All sports test us, challenge us, and push us to new limits. This is part of the fun and the adventure of athletics! Don’t give up or give in even when you are tired and tempted to quit. Press on with perseverance. Doing so in the physical sense will help drive you when things get difficult in your spiritual life too. Ask God to give you the strength necessary to endure to the finish.
Practical tip: Many athletes write a scripture that inspires them on their shoes (check out Kevin Durant’s customized Bible verse shoes), wristbands or another piece of equipment. Find a verse that inspires you to endure and write it down somewhere you will read it when needed most!
It should go without saying that the Christian athlete must know and play by the rules at all times. Whether you cheat in a game with a sneaky play or in practice when you don’t complete all the laps your coach asks of you, the only person you are really cheating is yourself. Integrity is a virtue that demonstrates that we do more than just believe in Jesus, we live like Him.
Practical Tip: Educate yourself on the rules and regulations of the sport that you play. Being a team player and a good sport are also part of the “rules”. Cheer on your teammates and encourage them to reach their potential. When your opponent makes an outstanding play, don’t be afraid to pay them a compliment and show respect for their talent. You represent Christ on and off the field.
Be disciplined, self-controlled, and willing to make sacrifices. These are the characteristic marks of both the athlete and the Christian. It is discipline that produces results. If you want to be the best, you must practice daily. Though God might give us talent, it is our job to develop it. To whom much is given, much is expected!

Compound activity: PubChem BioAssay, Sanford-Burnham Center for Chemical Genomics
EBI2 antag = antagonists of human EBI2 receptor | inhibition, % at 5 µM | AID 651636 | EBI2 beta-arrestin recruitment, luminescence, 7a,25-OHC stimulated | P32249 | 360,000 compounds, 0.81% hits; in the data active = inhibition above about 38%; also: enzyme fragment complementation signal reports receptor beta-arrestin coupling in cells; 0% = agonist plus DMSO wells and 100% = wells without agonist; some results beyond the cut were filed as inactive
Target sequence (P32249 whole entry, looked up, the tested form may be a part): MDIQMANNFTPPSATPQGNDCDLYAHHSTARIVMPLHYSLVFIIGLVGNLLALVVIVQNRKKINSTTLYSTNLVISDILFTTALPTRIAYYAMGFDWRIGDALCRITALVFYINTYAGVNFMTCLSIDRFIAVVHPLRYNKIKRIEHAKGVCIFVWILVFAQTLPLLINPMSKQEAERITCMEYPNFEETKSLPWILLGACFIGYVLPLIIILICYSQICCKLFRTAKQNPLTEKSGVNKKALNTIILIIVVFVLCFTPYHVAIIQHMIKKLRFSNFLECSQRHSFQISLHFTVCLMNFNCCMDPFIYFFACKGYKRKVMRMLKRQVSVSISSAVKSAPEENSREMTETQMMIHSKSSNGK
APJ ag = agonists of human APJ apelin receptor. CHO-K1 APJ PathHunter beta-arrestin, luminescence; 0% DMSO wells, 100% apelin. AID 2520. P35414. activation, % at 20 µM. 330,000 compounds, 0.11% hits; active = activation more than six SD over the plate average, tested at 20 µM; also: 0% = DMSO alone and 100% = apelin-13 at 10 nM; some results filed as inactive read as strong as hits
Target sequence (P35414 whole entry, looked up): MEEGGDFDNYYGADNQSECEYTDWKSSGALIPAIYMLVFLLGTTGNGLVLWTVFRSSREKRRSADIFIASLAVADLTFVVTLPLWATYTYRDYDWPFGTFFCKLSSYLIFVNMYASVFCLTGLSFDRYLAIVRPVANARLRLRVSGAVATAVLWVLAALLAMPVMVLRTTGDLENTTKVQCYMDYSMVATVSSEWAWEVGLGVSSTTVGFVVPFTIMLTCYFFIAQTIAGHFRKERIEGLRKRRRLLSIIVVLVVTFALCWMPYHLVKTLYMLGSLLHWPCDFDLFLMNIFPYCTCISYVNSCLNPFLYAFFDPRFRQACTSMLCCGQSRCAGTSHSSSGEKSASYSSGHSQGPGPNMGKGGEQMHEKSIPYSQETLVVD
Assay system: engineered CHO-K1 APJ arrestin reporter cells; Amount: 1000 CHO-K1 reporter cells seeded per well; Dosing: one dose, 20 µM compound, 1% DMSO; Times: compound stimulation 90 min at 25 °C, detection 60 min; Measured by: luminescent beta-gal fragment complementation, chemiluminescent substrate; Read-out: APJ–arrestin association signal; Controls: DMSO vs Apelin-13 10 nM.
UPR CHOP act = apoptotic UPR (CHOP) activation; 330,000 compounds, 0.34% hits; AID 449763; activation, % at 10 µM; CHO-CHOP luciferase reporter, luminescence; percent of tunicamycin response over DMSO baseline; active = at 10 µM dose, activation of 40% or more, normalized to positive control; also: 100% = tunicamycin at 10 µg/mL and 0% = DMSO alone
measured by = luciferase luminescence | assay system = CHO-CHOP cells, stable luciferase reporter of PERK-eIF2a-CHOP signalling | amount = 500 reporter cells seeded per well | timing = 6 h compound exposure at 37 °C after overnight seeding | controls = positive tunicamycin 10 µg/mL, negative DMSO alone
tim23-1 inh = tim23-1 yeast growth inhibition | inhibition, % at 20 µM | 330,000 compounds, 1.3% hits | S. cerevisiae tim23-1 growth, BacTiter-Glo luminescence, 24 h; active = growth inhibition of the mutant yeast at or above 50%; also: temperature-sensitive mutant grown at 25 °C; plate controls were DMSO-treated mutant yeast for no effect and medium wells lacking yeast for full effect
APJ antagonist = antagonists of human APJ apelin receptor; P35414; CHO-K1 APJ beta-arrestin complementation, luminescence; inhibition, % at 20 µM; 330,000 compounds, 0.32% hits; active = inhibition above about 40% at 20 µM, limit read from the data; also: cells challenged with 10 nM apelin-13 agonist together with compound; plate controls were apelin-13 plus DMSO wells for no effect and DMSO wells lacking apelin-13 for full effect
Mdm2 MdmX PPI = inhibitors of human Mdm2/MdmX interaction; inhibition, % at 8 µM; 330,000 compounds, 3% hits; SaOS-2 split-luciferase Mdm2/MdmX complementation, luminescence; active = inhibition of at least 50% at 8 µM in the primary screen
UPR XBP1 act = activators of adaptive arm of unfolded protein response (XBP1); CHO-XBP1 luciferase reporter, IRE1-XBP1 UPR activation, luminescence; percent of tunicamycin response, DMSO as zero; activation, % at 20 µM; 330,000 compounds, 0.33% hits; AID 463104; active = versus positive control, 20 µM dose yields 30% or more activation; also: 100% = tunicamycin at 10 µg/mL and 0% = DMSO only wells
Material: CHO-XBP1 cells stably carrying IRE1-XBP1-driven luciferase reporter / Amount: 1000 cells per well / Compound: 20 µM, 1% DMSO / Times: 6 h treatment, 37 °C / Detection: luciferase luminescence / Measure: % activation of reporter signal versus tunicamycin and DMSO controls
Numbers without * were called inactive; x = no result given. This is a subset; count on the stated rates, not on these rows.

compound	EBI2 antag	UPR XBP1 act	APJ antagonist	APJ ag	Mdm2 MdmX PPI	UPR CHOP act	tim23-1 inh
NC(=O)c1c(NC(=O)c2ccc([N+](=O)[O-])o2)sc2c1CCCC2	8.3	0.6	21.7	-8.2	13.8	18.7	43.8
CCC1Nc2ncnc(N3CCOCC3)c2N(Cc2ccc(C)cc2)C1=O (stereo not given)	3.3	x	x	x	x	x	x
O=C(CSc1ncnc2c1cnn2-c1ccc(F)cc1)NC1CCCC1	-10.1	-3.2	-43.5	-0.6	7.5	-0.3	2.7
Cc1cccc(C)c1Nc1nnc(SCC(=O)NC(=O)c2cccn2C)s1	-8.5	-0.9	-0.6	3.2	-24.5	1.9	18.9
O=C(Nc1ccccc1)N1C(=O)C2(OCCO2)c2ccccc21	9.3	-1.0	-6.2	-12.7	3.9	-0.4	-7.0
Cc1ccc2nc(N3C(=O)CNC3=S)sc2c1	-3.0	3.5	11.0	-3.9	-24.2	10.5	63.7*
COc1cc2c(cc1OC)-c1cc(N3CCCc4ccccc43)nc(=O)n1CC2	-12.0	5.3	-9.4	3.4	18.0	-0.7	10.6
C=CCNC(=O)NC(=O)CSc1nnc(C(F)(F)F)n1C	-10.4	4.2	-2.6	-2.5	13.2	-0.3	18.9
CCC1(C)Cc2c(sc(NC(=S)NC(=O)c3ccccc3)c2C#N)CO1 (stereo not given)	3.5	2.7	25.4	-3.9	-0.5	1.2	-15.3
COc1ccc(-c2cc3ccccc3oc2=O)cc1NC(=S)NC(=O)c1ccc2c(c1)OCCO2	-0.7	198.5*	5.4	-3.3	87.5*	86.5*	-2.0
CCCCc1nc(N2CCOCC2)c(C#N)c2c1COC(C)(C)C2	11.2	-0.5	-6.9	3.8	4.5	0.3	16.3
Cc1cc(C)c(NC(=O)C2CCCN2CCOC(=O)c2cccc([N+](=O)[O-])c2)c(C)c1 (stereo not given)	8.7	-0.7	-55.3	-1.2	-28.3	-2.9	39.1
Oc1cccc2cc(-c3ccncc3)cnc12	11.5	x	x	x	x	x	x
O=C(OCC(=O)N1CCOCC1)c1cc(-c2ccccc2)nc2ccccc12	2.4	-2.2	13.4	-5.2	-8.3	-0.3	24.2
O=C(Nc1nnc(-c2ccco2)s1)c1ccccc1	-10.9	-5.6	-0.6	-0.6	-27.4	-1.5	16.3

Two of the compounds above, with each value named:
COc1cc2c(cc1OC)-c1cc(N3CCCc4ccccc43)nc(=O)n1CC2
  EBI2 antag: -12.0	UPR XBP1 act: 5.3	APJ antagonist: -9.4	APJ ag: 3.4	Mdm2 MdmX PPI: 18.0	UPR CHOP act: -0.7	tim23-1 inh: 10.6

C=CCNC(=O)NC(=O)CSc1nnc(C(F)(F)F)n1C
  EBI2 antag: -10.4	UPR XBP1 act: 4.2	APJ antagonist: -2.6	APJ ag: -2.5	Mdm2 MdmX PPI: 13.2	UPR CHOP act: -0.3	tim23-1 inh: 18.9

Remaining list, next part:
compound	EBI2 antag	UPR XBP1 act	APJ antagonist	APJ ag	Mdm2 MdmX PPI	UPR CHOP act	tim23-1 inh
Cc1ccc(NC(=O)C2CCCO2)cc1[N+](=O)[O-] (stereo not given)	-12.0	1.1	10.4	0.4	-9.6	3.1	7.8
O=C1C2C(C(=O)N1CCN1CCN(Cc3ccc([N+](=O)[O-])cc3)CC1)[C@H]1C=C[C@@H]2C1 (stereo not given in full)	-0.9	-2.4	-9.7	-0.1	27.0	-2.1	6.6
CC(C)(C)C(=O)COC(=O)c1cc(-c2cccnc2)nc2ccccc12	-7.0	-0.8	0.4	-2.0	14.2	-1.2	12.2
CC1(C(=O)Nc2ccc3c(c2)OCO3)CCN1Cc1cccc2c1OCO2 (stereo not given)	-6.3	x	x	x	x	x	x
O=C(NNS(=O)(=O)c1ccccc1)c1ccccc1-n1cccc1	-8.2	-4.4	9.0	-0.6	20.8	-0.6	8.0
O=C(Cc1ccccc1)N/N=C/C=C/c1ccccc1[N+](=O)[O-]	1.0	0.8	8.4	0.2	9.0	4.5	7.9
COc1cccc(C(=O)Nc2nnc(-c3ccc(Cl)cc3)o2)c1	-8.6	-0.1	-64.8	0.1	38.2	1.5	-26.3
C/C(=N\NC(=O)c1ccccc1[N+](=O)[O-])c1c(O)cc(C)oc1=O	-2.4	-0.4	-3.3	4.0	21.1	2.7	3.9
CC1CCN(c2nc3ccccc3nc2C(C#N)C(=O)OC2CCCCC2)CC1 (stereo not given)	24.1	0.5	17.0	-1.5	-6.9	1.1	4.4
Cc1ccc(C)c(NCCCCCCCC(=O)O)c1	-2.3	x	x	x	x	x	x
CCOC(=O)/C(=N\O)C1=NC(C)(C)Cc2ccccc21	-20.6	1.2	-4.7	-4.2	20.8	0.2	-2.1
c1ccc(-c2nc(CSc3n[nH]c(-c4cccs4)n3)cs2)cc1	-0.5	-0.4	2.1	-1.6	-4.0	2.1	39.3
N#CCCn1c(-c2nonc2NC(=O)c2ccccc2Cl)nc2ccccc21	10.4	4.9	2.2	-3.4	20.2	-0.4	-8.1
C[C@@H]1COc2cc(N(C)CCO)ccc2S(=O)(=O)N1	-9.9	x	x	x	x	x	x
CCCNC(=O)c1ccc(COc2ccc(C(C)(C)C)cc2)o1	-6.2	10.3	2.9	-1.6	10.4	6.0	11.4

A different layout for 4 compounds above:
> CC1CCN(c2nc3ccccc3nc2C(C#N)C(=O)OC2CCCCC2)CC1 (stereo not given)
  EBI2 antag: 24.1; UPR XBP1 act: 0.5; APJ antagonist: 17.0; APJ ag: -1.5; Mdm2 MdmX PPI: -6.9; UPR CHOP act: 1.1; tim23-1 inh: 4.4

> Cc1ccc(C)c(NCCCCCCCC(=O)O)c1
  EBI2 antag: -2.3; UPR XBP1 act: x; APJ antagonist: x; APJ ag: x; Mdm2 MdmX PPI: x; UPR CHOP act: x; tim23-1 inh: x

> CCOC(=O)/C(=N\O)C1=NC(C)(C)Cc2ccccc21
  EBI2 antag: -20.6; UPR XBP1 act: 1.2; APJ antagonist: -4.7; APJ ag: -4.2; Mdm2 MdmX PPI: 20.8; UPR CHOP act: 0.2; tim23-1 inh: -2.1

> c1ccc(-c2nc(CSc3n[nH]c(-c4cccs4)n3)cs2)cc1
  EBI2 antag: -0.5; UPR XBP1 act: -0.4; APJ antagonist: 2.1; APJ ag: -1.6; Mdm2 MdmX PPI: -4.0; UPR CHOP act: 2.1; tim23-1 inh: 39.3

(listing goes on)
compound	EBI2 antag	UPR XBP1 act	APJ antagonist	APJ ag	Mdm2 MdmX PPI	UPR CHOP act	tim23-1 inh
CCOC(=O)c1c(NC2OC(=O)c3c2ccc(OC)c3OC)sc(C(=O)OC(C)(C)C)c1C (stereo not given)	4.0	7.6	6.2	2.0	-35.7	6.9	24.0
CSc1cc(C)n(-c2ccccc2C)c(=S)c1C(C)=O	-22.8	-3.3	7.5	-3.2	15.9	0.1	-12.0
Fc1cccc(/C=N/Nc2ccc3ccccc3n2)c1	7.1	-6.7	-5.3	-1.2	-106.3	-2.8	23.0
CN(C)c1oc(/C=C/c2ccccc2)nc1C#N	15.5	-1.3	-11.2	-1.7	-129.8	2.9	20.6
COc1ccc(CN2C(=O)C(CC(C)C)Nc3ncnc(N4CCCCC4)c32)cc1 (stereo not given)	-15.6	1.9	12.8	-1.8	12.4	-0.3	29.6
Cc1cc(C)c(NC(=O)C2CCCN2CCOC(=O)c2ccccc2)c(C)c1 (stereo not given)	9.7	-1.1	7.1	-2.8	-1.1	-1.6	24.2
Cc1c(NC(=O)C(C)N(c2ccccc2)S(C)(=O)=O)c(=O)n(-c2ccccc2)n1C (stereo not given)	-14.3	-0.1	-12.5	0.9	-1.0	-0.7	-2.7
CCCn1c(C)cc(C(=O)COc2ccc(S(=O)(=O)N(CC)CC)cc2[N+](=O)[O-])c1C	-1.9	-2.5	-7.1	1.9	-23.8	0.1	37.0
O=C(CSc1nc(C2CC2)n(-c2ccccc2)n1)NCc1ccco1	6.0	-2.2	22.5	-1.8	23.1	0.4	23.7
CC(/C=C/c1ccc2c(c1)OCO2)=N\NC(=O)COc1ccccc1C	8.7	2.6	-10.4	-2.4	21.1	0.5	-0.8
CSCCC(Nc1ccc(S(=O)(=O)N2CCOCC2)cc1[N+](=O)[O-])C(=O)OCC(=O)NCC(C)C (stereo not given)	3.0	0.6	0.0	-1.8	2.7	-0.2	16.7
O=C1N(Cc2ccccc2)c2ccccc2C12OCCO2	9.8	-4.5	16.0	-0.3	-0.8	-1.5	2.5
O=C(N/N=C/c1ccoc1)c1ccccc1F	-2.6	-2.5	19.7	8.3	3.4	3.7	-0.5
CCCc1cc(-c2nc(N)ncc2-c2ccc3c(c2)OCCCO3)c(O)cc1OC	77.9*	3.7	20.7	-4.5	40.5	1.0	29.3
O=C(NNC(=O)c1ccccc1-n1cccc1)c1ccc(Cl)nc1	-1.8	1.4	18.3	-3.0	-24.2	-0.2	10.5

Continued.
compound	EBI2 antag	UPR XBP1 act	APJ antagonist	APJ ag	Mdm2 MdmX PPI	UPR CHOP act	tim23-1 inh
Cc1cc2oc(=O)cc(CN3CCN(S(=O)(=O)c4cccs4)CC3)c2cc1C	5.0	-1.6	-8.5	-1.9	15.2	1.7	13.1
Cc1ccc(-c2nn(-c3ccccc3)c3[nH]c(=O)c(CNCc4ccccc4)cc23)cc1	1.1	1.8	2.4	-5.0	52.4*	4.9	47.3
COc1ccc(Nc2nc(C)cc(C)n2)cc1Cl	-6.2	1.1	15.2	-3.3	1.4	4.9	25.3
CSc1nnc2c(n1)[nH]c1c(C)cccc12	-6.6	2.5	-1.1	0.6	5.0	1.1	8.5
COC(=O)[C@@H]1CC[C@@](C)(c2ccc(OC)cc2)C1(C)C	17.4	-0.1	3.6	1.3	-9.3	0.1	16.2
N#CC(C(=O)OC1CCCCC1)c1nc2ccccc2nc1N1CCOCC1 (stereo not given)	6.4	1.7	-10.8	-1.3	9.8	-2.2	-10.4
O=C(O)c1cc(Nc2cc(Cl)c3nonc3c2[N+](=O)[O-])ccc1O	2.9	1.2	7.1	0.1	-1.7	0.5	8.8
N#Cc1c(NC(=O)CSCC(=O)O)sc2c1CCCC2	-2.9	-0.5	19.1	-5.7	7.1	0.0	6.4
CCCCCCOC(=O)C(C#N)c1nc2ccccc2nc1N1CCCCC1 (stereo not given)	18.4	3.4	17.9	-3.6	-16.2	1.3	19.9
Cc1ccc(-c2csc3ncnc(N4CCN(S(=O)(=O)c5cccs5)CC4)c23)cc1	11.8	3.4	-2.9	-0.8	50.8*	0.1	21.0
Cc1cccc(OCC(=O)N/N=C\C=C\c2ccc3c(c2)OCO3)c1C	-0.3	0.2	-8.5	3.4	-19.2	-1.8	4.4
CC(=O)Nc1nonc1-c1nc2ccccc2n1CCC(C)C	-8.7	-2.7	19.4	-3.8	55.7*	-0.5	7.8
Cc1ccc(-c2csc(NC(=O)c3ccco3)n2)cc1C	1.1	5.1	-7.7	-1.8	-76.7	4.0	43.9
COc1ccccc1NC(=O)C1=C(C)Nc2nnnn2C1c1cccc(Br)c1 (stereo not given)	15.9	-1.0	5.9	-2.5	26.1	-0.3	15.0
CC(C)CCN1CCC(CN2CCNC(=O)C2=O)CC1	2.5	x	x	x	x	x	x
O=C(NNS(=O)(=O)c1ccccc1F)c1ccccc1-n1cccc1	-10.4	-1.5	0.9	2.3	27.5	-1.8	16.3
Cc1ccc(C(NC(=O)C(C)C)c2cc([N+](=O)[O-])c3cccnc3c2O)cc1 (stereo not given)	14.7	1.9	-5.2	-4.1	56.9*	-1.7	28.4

Practical tip: Always be willing to “go the extra mile”. If your coach tells you to run one lap, run two just as fast. Be the player with the most hustle – the first to dive after the ball or run back to the huddle. Look for ways to make small sacrifices, like helping the coach clean up after practice, to grow in self-discipline.
St. Christopher and St. Sebastian intercede for our athletes!
Being All In – A powerful talk given by Eric Mahl, former Division I football player who now serves with the Marian Missionaries of Divine Mercy. Lighthouse Catholic Media distributes this talk and many other great resources.
For a comprehensive list of prayers for athletes, we recommend this free ebook from the University of Notre Dame “God, Be in My Sport”.
Sports Leader offers programs for coaches and athletic directors to help instill values into sports. They focus on “Virtue, Mentoring, Ceremony and Catholic Identity”.
Varsity Catholic is a division of FOCUS that provides Catholic formation for college athletes. Founder Thomas Wurtz also offers additional materials at Faith and Athletics to encourage coaches, athletes, and parents to live out their faith through competitive sports.